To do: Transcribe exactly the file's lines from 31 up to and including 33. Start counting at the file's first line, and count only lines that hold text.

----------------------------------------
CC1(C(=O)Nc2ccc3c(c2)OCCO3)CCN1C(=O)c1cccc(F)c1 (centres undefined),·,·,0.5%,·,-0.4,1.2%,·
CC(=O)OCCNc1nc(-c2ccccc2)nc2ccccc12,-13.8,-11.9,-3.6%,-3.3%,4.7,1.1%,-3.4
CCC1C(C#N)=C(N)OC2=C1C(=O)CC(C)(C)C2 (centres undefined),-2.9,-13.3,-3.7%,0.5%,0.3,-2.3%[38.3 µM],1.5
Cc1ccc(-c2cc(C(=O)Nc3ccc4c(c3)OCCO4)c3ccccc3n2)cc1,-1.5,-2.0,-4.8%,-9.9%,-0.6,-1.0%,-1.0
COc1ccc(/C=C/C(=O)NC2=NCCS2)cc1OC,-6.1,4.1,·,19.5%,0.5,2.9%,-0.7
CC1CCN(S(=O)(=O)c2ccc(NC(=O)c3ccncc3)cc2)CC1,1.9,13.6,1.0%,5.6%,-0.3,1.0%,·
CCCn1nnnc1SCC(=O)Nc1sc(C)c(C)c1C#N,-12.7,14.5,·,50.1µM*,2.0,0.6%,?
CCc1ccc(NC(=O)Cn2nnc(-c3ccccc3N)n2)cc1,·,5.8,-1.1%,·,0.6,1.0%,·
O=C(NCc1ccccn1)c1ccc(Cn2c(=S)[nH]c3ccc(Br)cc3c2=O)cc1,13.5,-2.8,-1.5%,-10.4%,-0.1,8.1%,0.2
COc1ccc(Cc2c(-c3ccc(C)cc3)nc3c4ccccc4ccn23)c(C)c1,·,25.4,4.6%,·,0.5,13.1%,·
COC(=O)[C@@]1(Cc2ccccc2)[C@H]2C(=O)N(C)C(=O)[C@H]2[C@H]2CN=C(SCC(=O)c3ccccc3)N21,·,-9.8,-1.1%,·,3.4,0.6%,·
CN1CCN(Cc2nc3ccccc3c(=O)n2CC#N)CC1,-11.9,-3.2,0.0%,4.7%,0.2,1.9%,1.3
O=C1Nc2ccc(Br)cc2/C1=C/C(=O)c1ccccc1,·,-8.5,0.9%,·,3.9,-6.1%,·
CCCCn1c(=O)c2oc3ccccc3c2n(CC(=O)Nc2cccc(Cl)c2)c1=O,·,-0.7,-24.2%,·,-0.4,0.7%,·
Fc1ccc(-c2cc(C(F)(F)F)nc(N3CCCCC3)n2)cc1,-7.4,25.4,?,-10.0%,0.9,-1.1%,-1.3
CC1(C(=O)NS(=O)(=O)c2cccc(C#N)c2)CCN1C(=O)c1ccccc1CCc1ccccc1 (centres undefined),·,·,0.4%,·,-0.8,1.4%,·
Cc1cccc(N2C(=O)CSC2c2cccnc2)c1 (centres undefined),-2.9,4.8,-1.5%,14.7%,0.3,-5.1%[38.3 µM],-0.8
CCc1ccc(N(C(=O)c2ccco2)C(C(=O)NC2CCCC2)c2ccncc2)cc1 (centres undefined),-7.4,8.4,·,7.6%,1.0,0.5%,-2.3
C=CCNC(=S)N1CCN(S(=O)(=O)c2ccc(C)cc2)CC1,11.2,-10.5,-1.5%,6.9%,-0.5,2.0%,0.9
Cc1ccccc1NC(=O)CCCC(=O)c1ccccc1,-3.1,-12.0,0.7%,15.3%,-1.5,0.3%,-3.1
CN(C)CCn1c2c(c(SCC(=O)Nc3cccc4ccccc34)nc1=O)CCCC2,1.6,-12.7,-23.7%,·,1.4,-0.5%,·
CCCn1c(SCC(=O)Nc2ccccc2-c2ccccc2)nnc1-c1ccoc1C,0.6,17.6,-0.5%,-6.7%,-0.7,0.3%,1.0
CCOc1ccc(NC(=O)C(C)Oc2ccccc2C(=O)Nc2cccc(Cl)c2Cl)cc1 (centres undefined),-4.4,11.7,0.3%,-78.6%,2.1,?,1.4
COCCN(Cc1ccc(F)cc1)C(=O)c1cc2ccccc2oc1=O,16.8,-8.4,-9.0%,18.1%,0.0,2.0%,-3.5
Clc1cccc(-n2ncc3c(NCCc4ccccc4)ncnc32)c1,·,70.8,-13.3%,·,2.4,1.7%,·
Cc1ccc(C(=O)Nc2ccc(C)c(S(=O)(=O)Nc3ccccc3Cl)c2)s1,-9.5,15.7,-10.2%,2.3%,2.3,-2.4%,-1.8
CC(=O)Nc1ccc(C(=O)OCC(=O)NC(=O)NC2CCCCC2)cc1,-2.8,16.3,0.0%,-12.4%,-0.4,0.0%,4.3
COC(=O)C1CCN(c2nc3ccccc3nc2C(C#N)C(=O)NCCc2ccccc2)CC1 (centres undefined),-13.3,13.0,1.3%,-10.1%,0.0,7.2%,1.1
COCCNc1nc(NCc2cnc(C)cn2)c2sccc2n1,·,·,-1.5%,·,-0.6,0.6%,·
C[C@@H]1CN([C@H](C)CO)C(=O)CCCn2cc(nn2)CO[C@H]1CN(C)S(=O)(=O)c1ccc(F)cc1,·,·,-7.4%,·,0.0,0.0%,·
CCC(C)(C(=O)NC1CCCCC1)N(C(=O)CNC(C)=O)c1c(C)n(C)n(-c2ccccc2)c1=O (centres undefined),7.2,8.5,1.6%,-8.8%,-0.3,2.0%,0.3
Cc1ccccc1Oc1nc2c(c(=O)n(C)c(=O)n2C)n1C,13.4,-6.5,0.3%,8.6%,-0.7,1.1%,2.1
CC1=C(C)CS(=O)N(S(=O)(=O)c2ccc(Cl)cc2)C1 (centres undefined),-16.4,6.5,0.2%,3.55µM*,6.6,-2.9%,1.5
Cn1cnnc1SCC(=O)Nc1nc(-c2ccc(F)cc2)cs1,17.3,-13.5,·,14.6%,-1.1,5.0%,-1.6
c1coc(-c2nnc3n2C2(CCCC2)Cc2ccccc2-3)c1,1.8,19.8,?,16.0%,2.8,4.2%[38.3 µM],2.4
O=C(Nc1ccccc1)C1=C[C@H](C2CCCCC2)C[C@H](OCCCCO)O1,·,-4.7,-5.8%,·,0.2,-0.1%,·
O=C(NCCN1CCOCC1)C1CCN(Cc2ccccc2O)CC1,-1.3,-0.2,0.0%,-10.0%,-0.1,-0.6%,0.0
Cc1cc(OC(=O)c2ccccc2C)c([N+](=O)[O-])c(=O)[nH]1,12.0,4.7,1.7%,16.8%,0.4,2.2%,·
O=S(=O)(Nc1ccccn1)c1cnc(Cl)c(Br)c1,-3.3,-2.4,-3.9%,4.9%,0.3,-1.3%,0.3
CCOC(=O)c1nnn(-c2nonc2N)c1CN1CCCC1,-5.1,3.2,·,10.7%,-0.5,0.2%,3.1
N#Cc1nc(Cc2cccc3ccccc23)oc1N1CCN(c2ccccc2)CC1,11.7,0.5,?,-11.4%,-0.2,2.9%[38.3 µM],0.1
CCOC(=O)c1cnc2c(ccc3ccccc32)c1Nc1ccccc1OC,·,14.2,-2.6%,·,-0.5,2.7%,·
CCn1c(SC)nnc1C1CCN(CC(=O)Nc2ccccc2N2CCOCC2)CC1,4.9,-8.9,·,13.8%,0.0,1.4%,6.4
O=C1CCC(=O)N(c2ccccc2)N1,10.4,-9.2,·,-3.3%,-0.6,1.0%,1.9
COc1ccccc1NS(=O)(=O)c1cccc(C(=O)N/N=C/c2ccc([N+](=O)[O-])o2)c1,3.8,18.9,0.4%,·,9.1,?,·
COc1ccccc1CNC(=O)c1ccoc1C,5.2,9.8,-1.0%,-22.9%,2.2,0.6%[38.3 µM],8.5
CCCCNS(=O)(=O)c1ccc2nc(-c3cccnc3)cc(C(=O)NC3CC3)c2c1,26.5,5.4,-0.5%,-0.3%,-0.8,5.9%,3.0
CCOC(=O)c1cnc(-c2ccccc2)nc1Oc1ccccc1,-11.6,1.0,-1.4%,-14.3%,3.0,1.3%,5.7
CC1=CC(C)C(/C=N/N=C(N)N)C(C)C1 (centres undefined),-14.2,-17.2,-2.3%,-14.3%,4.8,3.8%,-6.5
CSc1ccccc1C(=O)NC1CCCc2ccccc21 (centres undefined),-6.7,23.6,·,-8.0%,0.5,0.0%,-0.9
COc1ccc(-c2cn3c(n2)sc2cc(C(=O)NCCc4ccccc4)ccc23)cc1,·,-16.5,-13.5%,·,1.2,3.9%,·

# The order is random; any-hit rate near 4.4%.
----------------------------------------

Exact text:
CCC(C)(C(=O)NC1CCCCC1)N(C(=O)CNC(C)=O)c1c(C)n(C)n(-c2ccccc2)c1=O (centres undefined),7.2,8.5,1.6%,-8.8%,-0.3,2.0%,0.3
Cc1ccccc1Oc1nc2c(c(=O)n(C)c(=O)n2C)n1C,13.4,-6.5,0.3%,8.6%,-0.7,1.1%,2.1
CC1=C(C)CS(=O)N(S(=O)(=O)c2ccc(Cl)cc2)C1 (centres undefined),-16.4,6.5,0.2%,3.55µM*,6.6,-2.9%,1.5